An hour later and we were in south Berlin traversing the stairs of a building in Neukölln. The buildings here, old and large, speak of opulent worlds now turned to urban ghettos; banisters with wood knots and nail heads, faintly wallpapered walls, black dust cradled on windowpanes. The building made me think of jazz music and the war.
Liana’s flat was at the very top on the fifth. As we ascended I caught the scent of copper pipes and stale water, mixed with hashish and cooked onions. The doleful, tiny eyes of children peered out at us through open doors, and from behind them I heard fiery Turkish voices and television sets blaring. The children had beautiful complexions and washed black hair. As we made our way up they stumbled over each other to get a look at us, their giggling following us up the stairs. On the landing I stepped over a pile of cardboard boxes stacked haphazardly against the bannisters. Liana glanced over her shoulder down the stairs. ‘Poor things. They’re so sweet.’
When we were in the hallway I took off my jacket and observed my surroundings. The smell of marijuana assaulted us and I looked around to find the source. Two men were sitting in the kitchen chatting over a joint, one of whom, a man with dark eyes and dark beard, glanced up and noticed me. From that glance I sensed a man in total control, almost robotic, and suddenly I was fearful of him. He made no acknowledgement of my arrival and turned his attention back to his friend.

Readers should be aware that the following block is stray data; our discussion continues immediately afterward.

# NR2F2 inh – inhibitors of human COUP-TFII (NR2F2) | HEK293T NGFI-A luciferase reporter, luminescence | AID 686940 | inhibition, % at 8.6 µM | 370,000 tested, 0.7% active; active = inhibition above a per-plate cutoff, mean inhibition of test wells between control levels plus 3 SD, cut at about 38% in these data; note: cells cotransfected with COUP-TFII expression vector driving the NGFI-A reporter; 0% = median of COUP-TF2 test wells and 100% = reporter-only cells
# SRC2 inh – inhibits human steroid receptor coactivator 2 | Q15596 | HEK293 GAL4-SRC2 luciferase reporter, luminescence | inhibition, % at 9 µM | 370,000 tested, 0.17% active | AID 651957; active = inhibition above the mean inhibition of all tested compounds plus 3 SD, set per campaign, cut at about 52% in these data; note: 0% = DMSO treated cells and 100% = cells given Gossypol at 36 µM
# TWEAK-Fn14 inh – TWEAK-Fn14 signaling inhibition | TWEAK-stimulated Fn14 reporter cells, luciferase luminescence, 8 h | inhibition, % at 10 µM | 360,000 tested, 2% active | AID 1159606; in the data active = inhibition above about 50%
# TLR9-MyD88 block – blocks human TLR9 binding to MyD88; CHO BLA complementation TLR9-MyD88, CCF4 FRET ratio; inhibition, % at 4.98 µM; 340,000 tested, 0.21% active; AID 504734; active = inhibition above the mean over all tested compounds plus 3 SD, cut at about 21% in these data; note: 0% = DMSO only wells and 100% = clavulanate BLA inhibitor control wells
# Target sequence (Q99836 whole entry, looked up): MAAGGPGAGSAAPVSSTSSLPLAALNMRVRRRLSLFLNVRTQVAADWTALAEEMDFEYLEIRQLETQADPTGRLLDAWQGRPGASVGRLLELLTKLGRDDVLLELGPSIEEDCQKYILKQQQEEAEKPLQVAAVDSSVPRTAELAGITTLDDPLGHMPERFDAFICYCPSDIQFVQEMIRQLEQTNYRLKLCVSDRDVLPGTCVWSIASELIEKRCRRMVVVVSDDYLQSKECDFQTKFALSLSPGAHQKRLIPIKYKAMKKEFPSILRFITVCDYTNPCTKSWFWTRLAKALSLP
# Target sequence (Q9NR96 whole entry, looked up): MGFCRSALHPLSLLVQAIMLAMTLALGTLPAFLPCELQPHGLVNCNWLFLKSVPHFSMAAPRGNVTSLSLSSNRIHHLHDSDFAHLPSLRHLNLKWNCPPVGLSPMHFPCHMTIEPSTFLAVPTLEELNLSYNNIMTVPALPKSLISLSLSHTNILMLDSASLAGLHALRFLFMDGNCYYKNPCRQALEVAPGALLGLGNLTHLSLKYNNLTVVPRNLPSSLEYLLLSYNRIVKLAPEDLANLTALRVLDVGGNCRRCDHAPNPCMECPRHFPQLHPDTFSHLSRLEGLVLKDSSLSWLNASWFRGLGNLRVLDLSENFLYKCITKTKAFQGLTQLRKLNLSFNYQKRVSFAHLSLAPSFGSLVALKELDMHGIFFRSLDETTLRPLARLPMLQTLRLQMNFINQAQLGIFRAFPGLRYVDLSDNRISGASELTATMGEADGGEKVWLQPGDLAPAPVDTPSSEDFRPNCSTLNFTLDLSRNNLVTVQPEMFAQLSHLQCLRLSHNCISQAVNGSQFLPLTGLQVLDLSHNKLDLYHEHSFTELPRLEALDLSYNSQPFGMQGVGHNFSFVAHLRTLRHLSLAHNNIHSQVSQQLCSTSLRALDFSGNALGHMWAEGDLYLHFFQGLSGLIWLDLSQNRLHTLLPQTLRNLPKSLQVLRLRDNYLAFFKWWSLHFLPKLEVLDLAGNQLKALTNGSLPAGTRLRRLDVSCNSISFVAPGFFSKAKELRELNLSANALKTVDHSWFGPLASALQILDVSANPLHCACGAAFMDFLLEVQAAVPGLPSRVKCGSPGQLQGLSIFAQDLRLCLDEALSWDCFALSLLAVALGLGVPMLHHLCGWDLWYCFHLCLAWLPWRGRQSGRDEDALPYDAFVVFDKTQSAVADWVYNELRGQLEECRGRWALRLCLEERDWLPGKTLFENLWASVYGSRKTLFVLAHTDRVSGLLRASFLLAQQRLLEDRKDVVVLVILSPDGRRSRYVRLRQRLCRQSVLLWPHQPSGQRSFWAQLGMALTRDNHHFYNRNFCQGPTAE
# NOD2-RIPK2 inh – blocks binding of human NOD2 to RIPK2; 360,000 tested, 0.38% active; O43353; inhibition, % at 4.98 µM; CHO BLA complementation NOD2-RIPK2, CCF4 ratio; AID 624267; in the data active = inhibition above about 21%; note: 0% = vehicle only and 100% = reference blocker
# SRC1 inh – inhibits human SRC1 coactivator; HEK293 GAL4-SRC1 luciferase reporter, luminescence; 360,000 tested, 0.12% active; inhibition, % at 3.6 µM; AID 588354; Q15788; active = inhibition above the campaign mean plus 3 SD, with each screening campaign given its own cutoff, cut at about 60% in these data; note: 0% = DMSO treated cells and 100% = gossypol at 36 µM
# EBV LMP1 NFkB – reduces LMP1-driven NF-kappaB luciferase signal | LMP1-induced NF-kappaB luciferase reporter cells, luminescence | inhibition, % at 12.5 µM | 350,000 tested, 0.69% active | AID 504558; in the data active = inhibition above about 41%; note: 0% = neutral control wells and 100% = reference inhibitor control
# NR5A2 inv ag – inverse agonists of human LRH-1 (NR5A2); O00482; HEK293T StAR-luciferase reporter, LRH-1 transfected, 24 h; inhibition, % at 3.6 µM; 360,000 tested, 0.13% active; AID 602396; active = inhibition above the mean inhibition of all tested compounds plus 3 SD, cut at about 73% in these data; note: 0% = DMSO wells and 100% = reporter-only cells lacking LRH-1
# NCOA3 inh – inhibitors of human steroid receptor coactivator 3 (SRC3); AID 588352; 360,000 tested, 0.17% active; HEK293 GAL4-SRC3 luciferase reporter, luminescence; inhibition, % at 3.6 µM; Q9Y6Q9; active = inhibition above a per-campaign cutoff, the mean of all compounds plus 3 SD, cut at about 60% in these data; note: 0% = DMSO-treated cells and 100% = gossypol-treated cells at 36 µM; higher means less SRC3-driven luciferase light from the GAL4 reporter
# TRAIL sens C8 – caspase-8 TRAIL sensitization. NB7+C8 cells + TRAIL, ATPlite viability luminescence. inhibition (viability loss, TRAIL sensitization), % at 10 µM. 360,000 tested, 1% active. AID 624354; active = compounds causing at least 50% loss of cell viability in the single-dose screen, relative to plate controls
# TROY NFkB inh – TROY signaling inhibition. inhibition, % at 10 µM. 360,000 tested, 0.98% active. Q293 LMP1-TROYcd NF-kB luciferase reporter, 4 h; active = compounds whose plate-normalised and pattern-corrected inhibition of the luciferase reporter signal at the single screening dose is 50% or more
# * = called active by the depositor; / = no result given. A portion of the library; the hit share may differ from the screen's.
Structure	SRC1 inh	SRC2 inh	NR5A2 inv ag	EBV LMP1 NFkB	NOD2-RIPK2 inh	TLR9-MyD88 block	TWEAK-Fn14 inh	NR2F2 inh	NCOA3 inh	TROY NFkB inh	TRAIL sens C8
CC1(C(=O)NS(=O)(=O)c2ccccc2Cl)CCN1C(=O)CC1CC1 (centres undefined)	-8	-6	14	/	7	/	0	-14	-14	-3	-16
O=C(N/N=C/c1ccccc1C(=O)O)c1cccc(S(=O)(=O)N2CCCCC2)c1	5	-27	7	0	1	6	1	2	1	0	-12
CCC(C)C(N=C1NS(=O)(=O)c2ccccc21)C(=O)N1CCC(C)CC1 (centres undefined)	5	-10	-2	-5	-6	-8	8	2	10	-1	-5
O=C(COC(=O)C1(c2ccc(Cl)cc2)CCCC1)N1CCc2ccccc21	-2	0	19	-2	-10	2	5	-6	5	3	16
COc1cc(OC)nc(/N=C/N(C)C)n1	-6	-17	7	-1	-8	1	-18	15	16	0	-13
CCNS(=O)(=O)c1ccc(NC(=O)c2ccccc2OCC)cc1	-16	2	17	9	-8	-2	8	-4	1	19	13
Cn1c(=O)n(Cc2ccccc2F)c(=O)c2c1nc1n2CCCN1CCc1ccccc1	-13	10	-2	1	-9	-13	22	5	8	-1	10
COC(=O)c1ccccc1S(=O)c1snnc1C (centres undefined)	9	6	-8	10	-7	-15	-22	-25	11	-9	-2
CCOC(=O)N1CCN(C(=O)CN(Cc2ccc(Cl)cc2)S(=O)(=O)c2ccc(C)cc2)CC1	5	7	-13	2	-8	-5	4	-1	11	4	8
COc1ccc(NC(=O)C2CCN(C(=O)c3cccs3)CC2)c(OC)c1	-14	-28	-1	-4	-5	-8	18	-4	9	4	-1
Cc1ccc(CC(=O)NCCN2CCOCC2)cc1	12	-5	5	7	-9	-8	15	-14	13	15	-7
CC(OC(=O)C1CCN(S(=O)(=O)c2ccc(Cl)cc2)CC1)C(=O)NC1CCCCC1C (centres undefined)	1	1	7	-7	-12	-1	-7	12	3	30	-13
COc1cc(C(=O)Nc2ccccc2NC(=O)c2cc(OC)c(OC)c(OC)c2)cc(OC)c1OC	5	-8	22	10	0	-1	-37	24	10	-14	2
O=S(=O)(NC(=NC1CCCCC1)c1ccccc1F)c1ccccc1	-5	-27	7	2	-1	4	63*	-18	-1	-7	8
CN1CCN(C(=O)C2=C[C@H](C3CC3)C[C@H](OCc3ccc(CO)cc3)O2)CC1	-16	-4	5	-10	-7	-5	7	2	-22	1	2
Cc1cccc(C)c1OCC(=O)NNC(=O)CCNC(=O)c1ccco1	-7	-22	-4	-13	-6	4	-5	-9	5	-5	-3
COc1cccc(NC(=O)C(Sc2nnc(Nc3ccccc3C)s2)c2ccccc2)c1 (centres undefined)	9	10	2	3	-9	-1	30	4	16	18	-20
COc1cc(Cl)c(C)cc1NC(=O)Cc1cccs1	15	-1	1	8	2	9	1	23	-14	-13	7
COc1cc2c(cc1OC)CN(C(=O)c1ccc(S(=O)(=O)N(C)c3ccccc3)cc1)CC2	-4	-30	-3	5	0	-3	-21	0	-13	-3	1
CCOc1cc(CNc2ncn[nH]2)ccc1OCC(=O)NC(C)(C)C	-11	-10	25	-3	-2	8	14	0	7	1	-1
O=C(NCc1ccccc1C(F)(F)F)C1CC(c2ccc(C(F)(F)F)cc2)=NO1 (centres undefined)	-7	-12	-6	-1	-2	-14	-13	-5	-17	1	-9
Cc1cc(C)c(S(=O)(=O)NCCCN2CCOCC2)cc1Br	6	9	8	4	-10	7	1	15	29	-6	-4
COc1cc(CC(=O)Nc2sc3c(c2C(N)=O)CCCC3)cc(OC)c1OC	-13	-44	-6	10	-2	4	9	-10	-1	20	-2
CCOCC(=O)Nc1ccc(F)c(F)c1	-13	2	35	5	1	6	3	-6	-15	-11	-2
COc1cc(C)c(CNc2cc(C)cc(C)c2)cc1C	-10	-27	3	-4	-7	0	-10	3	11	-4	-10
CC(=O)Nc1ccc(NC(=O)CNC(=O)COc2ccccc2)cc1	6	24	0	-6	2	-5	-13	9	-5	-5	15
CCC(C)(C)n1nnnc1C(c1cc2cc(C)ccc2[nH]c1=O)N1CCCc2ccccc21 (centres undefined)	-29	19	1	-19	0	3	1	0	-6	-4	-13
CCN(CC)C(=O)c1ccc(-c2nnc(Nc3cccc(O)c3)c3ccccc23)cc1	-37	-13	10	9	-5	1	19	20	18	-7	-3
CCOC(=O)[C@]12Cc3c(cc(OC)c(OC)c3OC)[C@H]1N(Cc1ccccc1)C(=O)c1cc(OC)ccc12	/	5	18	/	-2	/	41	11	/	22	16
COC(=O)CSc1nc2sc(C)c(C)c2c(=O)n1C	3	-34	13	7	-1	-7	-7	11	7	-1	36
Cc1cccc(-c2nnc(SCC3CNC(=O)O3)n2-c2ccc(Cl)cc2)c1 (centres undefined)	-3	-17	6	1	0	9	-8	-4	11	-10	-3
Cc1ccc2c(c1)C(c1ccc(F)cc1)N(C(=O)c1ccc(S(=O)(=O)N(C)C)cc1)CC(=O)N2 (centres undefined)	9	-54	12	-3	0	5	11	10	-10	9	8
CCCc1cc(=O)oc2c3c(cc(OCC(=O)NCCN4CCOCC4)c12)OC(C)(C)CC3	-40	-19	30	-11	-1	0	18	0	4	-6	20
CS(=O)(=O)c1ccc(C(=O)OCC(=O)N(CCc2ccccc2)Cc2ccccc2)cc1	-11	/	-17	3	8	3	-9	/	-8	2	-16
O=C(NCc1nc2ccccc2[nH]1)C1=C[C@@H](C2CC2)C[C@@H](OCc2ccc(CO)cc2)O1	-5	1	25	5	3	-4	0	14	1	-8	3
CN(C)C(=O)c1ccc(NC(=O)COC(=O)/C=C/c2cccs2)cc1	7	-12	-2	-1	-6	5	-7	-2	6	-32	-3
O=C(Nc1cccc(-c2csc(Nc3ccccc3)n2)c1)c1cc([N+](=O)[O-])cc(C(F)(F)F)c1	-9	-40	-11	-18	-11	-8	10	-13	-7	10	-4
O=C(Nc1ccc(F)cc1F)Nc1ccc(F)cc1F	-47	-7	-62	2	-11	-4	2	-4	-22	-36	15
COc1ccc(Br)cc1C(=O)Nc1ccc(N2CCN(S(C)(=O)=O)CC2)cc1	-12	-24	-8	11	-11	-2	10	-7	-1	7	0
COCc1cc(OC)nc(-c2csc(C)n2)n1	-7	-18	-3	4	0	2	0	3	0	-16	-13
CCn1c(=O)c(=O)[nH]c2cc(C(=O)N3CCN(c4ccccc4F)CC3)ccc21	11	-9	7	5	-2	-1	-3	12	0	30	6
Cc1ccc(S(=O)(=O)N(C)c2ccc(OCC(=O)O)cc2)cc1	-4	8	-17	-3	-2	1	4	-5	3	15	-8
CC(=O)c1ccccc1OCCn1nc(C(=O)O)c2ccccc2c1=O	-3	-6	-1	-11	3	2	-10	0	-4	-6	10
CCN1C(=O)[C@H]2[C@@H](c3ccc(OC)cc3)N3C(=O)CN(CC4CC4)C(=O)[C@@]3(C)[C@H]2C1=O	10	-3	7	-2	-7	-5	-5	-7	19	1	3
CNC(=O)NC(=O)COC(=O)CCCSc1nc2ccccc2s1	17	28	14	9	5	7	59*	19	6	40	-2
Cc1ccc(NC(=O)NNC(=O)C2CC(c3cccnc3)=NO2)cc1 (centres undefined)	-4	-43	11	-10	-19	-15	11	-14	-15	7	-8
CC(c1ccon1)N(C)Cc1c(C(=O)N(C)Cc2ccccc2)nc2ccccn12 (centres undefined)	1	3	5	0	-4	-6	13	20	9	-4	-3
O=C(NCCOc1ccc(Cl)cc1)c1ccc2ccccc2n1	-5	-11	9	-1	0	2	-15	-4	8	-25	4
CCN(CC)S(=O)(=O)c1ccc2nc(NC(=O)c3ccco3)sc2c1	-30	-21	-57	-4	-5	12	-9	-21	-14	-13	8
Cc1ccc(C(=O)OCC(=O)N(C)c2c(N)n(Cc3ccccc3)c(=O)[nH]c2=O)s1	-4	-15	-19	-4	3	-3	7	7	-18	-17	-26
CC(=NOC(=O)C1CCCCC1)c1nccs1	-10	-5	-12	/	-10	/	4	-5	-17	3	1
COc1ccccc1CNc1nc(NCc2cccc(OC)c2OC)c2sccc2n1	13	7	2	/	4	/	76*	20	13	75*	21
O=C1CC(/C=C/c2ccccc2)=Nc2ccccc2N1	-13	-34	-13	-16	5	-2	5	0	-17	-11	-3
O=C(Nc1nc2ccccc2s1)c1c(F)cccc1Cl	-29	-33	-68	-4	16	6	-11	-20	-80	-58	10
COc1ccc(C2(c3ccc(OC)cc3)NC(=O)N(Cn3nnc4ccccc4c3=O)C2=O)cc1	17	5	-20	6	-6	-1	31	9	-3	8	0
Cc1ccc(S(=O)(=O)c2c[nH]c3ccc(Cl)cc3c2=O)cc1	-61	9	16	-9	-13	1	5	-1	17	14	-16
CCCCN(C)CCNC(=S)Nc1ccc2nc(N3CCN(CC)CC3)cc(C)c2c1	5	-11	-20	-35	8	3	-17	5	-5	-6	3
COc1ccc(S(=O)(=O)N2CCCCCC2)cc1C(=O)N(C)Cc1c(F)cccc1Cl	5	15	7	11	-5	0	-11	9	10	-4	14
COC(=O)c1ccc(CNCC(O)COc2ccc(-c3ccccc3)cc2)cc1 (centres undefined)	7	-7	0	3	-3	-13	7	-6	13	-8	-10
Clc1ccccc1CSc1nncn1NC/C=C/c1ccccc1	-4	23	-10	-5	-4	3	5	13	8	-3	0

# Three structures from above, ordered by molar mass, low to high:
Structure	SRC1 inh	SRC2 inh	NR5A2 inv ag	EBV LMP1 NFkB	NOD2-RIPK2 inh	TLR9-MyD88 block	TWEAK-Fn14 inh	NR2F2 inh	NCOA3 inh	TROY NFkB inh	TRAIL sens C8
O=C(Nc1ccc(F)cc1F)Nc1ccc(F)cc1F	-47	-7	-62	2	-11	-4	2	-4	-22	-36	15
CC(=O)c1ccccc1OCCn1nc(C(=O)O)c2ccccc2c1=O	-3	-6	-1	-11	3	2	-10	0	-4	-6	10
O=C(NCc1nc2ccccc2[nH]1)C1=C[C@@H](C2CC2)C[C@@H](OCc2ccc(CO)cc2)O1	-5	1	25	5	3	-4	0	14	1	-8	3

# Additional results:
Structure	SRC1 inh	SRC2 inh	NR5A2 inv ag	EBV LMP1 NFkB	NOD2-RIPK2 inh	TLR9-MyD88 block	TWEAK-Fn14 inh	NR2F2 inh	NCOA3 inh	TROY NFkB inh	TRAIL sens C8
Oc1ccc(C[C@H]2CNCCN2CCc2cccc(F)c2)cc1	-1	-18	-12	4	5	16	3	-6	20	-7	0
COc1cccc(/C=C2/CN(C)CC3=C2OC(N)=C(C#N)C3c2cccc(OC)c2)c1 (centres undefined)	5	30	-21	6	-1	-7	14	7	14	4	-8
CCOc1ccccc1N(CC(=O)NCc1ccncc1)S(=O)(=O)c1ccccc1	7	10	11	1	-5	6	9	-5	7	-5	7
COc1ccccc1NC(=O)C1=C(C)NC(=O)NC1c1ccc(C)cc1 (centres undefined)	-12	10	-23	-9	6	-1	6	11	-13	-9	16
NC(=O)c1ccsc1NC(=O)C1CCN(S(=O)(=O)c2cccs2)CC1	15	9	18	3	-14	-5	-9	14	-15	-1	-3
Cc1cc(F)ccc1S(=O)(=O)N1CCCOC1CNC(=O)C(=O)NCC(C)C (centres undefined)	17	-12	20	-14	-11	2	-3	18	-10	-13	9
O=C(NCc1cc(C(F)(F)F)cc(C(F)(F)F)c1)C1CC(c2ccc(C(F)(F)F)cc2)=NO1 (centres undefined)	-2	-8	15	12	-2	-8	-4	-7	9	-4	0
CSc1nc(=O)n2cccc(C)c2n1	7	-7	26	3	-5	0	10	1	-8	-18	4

‘That’s Robin and Dom,’ said Liana.
‘How many people live here?’ I asked.
‘Altogether, seven,’ she said and proceeded to list each person on her fingers. ‘Let’s see, Danny, Andri, myself, Ada, Anne, Robin, Dom. Ada’s travelling. Danny and Andri are in Switzerland.’
‘And you all get along?’
‘Of course not.’ She opened a door to reveal a large room with a mattress on the floor and a hammock. ‘This is mine and Andri’s room. You’ll be staying in Ada’s. Come on.’
Liana took me into the kitchen and introduced me to Robin and Dom. We shook hands and I was painfully aware of how damp my palm was. ‘I’m really no good at socialising,’ I wanted them to understand.
With introductions over I sat on a dentist’s chair. The kitchen had dentist paraphernalia that included two chairs and a large neon tooth that sat on top of the cupboards. The kitchen table wasn’t centred, and at one side of the room was a red couch up against bare brick. Above us were wooden rafters and skylights. The kitchen cupboards had writing on them in black felt: Herbs & Spices, Drinks & Cereal, Woozy Woozy Things.